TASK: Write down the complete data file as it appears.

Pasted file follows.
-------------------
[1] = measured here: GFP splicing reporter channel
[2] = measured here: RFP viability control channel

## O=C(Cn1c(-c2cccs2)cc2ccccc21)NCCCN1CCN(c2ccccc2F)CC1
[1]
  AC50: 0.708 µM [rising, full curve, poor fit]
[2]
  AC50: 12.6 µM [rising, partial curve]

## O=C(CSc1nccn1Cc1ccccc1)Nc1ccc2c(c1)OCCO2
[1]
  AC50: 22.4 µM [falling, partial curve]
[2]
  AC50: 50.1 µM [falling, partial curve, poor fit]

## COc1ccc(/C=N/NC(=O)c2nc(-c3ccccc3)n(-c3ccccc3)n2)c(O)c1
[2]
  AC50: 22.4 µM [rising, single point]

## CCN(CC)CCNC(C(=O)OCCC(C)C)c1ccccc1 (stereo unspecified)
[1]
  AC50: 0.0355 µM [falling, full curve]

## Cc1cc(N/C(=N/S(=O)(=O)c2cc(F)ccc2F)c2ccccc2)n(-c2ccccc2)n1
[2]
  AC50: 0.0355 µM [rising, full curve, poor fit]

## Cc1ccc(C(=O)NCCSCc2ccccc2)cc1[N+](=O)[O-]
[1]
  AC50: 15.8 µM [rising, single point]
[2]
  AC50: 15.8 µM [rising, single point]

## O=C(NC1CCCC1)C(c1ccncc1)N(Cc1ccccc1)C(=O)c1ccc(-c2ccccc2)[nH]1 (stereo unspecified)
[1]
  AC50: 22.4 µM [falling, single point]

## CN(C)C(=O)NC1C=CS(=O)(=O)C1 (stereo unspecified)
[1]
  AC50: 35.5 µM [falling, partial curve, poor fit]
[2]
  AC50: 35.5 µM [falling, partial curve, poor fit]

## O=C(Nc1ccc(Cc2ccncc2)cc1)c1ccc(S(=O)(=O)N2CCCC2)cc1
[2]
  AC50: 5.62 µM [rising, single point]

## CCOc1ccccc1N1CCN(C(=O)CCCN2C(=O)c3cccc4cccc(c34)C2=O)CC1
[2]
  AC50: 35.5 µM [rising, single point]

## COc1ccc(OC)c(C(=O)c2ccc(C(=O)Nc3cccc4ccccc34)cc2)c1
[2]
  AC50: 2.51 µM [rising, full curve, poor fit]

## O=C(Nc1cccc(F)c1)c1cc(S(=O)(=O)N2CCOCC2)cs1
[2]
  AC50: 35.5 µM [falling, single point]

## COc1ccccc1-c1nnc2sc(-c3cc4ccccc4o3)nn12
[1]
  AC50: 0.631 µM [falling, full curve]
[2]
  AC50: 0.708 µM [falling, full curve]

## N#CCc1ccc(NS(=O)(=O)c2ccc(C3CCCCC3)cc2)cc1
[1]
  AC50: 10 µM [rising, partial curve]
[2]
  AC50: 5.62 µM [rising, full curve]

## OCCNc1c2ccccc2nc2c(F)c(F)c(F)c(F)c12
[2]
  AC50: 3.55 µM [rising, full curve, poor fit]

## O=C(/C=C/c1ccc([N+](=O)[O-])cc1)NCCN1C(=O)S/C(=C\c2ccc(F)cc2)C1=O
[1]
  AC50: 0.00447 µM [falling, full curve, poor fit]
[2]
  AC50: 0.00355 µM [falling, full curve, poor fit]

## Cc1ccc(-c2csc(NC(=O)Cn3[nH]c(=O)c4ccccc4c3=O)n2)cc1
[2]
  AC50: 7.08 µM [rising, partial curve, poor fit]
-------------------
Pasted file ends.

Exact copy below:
[1] = measured here: GFP splicing reporter channel
[2] = measured here: RFP viability control channel

## O=C(Cn1c(-c2cccs2)cc2ccccc21)NCCCN1CCN(c2ccccc2F)CC1
[1]
  AC50: 0.708 µM [rising, full curve, poor fit]
[2]
  AC50: 12.6 µM [rising, partial curve]

## O=C(CSc1nccn1Cc1ccccc1)Nc1ccc2c(c1)OCCO2
[1]
  AC50: 22.4 µM [falling, partial curve]
[2]
  AC50: 50.1 µM [falling, partial curve, poor fit]

## COc1ccc(/C=N/NC(=O)c2nc(-c3ccccc3)n(-c3ccccc3)n2)c(O)c1
[2]
  AC50: 22.4 µM [rising, single point]

## CCN(CC)CCNC(C(=O)OCCC(C)C)c1ccccc1 (stereo unspecified)
[1]
  AC50: 0.0355 µM [falling, full curve]

## Cc1cc(N/C(=N/S(=O)(=O)c2cc(F)ccc2F)c2ccccc2)n(-c2ccccc2)n1
[2]
  AC50: 0.0355 µM [rising, full curve, poor fit]

## Cc1ccc(C(=O)NCCSCc2ccccc2)cc1[N+](=O)[O-]
[1]
  AC50: 15.8 µM [rising, single point]
[2]
  AC50: 15.8 µM [rising, single point]

## O=C(NC1CCCC1)C(c1ccncc1)N(Cc1ccccc1)C(=O)c1ccc(-c2ccccc2)[nH]1 (stereo unspecified)
[1]
  AC50: 22.4 µM [falling, single point]

## CN(C)C(=O)NC1C=CS(=O)(=O)C1 (stereo unspecified)
[1]
  AC50: 35.5 µM [falling, partial curve, poor fit]
[2]
  AC50: 35.5 µM [falling, partial curve, poor fit]

## O=C(Nc1ccc(Cc2ccncc2)cc1)c1ccc(S(=O)(=O)N2CCCC2)cc1
[2]
  AC50: 5.62 µM [rising, single point]

## CCOc1ccccc1N1CCN(C(=O)CCCN2C(=O)c3cccc4cccc(c34)C2=O)CC1
[2]
  AC50: 35.5 µM [rising, single point]

## COc1ccc(OC)c(C(=O)c2ccc(C(=O)Nc3cccc4ccccc34)cc2)c1
[2]
  AC50: 2.51 µM [rising, full curve, poor fit]

## O=C(Nc1cccc(F)c1)c1cc(S(=O)(=O)N2CCOCC2)cs1
[2]
  AC50: 35.5 µM [falling, single point]

## COc1ccccc1-c1nnc2sc(-c3cc4ccccc4o3)nn12
[1]
  AC50: 0.631 µM [falling, full curve]
[2]
  AC50: 0.708 µM [falling, full curve]

## N#CCc1ccc(NS(=O)(=O)c2ccc(C3CCCCC3)cc2)cc1
[1]
  AC50: 10 µM [rising, partial curve]
[2]
  AC50: 5.62 µM [rising, full curve]

## OCCNc1c2ccccc2nc2c(F)c(F)c(F)c(F)c12
[2]
  AC50: 3.55 µM [rising, full curve, poor fit]

## O=C(/C=C/c1ccc([N+](=O)[O-])cc1)NCCN1C(=O)S/C(=C\c2ccc(F)cc2)C1=O
[1]
  AC50: 0.00447 µM [falling, full curve, poor fit]
[2]
  AC50: 0.00355 µM [falling, full curve, poor fit]

## Cc1ccc(-c2csc(NC(=O)Cn3[nH]c(=O)c4ccccc4c3=O)n2)cc1
[2]
  AC50: 7.08 µM [rising, partial curve, poor fit]